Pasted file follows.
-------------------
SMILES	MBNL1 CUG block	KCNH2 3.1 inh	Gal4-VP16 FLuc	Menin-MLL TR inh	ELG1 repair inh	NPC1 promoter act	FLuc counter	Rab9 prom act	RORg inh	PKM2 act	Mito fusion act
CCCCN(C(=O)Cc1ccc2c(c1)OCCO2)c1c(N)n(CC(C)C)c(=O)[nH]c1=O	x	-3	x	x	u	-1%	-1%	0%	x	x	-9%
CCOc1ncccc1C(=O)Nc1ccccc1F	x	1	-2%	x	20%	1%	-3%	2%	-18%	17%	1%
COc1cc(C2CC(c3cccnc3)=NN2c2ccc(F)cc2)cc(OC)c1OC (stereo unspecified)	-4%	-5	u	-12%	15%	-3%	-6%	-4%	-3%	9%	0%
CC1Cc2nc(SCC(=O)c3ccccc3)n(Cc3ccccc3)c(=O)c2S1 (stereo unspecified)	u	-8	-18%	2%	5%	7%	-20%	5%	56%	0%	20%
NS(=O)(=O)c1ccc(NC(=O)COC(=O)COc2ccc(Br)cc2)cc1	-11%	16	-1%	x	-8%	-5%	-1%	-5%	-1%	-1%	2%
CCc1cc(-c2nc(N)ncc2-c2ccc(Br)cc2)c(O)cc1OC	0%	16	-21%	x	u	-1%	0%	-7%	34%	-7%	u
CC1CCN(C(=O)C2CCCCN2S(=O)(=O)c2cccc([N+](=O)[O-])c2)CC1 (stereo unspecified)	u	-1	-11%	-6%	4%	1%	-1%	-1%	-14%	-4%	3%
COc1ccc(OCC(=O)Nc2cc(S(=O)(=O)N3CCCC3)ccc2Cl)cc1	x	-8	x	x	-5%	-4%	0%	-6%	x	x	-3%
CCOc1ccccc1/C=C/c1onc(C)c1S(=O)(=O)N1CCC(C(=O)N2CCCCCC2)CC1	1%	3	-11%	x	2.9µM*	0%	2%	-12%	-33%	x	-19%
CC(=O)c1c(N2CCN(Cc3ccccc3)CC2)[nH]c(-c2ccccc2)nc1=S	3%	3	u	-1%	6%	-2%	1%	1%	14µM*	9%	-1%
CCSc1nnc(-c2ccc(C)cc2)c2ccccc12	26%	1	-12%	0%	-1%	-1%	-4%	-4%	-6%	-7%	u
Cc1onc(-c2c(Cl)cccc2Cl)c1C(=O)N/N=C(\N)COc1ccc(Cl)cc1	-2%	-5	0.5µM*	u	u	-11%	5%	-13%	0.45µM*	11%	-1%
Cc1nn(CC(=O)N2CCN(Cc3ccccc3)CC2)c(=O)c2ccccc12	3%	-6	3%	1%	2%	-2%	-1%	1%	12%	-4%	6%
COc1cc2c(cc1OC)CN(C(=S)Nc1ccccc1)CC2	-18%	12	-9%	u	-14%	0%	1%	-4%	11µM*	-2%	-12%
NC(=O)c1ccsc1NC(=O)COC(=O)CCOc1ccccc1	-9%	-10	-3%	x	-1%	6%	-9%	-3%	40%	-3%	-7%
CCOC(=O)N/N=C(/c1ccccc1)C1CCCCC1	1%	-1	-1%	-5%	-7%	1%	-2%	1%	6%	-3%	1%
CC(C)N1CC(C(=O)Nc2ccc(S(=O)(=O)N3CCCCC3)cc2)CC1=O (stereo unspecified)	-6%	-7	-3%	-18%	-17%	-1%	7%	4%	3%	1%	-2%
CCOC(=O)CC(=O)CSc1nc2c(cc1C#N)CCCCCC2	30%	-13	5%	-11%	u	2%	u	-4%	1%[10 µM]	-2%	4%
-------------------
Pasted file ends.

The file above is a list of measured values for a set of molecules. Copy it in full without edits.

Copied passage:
SMILES	MBNL1 CUG block	KCNH2 3.1 inh	Gal4-VP16 FLuc	Menin-MLL TR inh	ELG1 repair inh	NPC1 promoter act	FLuc counter	Rab9 prom act	RORg inh	PKM2 act	Mito fusion act
CCCCN(C(=O)Cc1ccc2c(c1)OCCO2)c1c(N)n(CC(C)C)c(=O)[nH]c1=O	x	-3	x	x	u	-1%	-1%	0%	x	x	-9%
CCOc1ncccc1C(=O)Nc1ccccc1F	x	1	-2%	x	20%	1%	-3%	2%	-18%	17%	1%
COc1cc(C2CC(c3cccnc3)=NN2c2ccc(F)cc2)cc(OC)c1OC (stereo unspecified)	-4%	-5	u	-12%	15%	-3%	-6%	-4%	-3%	9%	0%
CC1Cc2nc(SCC(=O)c3ccccc3)n(Cc3ccccc3)c(=O)c2S1 (stereo unspecified)	u	-8	-18%	2%	5%	7%	-20%	5%	56%	0%	20%
NS(=O)(=O)c1ccc(NC(=O)COC(=O)COc2ccc(Br)cc2)cc1	-11%	16	-1%	x	-8%	-5%	-1%	-5%	-1%	-1%	2%
CCc1cc(-c2nc(N)ncc2-c2ccc(Br)cc2)c(O)cc1OC	0%	16	-21%	x	u	-1%	0%	-7%	34%	-7%	u
CC1CCN(C(=O)C2CCCCN2S(=O)(=O)c2cccc([N+](=O)[O-])c2)CC1 (stereo unspecified)	u	-1	-11%	-6%	4%	1%	-1%	-1%	-14%	-4%	3%
COc1ccc(OCC(=O)Nc2cc(S(=O)(=O)N3CCCC3)ccc2Cl)cc1	x	-8	x	x	-5%	-4%	0%	-6%	x	x	-3%
CCOc1ccccc1/C=C/c1onc(C)c1S(=O)(=O)N1CCC(C(=O)N2CCCCCC2)CC1	1%	3	-11%	x	2.9µM*	0%	2%	-12%	-33%	x	-19%
CC(=O)c1c(N2CCN(Cc3ccccc3)CC2)[nH]c(-c2ccccc2)nc1=S	3%	3	u	-1%	6%	-2%	1%	1%	14µM*	9%	-1%
CCSc1nnc(-c2ccc(C)cc2)c2ccccc12	26%	1	-12%	0%	-1%	-1%	-4%	-4%	-6%	-7%	u
Cc1onc(-c2c(Cl)cccc2Cl)c1C(=O)N/N=C(\N)COc1ccc(Cl)cc1	-2%	-5	0.5µM*	u	u	-11%	5%	-13%	0.45µM*	11%	-1%
Cc1nn(CC(=O)N2CCN(Cc3ccccc3)CC2)c(=O)c2ccccc12	3%	-6	3%	1%	2%	-2%	-1%	1%	12%	-4%	6%
COc1cc2c(cc1OC)CN(C(=S)Nc1ccccc1)CC2	-18%	12	-9%	u	-14%	0%	1%	-4%	11µM*	-2%	-12%
NC(=O)c1ccsc1NC(=O)COC(=O)CCOc1ccccc1	-9%	-10	-3%	x	-1%	6%	-9%	-3%	40%	-3%	-7%
CCOC(=O)N/N=C(/c1ccccc1)C1CCCCC1	1%	-1	-1%	-5%	-7%	1%	-2%	1%	6%	-3%	1%
CC(C)N1CC(C(=O)Nc2ccc(S(=O)(=O)N3CCCCC3)cc2)CC1=O (stereo unspecified)	-6%	-7	-3%	-18%	-17%	-1%	7%	4%	3%	1%	-2%
CCOC(=O)CC(=O)CSc1nc2c(cc1C#N)CCCCCC2	30%	-13	5%	-11%	u	2%	u	-4%	1%[10 µM]	-2%	4%